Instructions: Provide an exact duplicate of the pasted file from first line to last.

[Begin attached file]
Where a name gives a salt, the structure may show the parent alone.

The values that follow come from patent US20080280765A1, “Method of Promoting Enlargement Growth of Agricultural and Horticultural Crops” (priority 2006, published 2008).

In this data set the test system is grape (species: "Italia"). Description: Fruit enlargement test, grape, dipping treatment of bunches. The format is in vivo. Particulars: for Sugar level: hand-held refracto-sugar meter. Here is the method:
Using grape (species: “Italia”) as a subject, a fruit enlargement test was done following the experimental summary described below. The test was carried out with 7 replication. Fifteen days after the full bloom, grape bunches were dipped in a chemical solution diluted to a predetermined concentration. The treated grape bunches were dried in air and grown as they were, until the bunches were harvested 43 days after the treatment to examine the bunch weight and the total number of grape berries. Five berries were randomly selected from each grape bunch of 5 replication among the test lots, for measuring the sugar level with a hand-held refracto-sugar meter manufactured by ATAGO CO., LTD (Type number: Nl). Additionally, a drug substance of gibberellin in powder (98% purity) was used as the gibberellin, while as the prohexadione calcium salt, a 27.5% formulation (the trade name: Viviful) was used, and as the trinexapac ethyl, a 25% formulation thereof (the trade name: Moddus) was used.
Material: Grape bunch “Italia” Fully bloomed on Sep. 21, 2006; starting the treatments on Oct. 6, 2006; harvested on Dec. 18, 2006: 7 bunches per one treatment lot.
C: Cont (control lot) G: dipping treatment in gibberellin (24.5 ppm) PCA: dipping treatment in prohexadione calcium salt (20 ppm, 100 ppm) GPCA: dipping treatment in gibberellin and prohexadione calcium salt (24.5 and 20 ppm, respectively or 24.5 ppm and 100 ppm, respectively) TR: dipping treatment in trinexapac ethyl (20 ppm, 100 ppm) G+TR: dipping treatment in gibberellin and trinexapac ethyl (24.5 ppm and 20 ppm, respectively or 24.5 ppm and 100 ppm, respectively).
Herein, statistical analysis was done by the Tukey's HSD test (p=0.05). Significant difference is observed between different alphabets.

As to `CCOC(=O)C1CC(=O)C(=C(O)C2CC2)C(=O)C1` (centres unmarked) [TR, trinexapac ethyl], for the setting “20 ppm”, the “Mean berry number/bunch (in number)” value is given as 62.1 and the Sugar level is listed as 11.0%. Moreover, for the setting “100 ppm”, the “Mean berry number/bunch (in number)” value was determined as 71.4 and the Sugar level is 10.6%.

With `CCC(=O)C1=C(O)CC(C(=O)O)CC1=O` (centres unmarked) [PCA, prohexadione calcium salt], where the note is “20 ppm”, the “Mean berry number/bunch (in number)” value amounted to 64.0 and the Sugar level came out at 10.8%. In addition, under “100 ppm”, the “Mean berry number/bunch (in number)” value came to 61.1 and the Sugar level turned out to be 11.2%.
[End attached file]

Where a name gives a salt, the structure may show the parent alone.

The values that follow come from patent US20080280765A1, “Method of Promoting Enlargement Growth of Agricultural and Horticultural Crops” (priority 2006, published 2008).

In this data set the test system is grape (species: "Italia"). Description: Fruit enlargement test, grape, dipping treatment of bunches. The format is in vivo. Particulars: for Sugar level: hand-held refracto-sugar meter. Here is the method:
Using grape (species: “Italia”) as a subject, a fruit enlargement test was done following the experimental summary described below. The test was carried out with 7 replication. Fifteen days after the full bloom, grape bunches were dipped in a chemical solution diluted to a predetermined concentration. The treated grape bunches were dried in air and grown as they were, until the bunches were harvested 43 days after the treatment to examine the bunch weight and the total number of grape berries. Five berries were randomly selected from each grape bunch of 5 replication among the test lots, for measuring the sugar level with a hand-held refracto-sugar meter manufactured by ATAGO CO., LTD (Type number: Nl). Additionally, a drug substance of gibberellin in powder (98% purity) was used as the gibberellin, while as the prohexadione calcium salt, a 27.5% formulation (the trade name: Viviful) was used, and as the trinexapac ethyl, a 25% formulation thereof (the trade name: Moddus) was used.
Material: Grape bunch “Italia” Fully bloomed on Sep. 21, 2006; starting the treatments on Oct. 6, 2006; harvested on Dec. 18, 2006: 7 bunches per one treatment lot.
C: Cont (control lot) G: dipping treatment in gibberellin (24.5 ppm) PCA: dipping treatment in prohexadione calcium salt (20 ppm, 100 ppm) GPCA: dipping treatment in gibberellin and prohexadione calcium salt (24.5 and 20 ppm, respectively or 24.5 ppm and 100 ppm, respectively) TR: dipping treatment in trinexapac ethyl (20 ppm, 100 ppm) G+TR: dipping treatment in gibberellin and trinexapac ethyl (24.5 ppm and 20 ppm, respectively or 24.5 ppm and 100 ppm, respectively).
Herein, statistical analysis was done by the Tukey's HSD test (p=0.05). Significant difference is observed between different alphabets.

As to `CCOC(=O)C1CC(=O)C(=C(O)C2CC2)C(=O)C1` (centres unmarked) [TR, trinexapac ethyl], for the setting “20 ppm”, the “Mean berry number/bunch (in number)” value is given as 62.1 and the Sugar level is listed as 11.0%. Moreover, for the setting “100 ppm”, the “Mean berry number/bunch (in number)” value was determined as 71.4 and the Sugar level is 10.6%.

With `CCC(=O)C1=C(O)CC(C(=O)O)CC1=O` (centres unmarked) [PCA, prohexadione calcium salt], where the note is “20 ppm”, the “Mean berry number/bunch (in number)” value amounted to 64.0 and the Sugar level came out at 10.8%. In addition, under “100 ppm”, the “Mean berry number/bunch (in number)” value came to 61.1 and the Sugar level turned out to be 11.2%.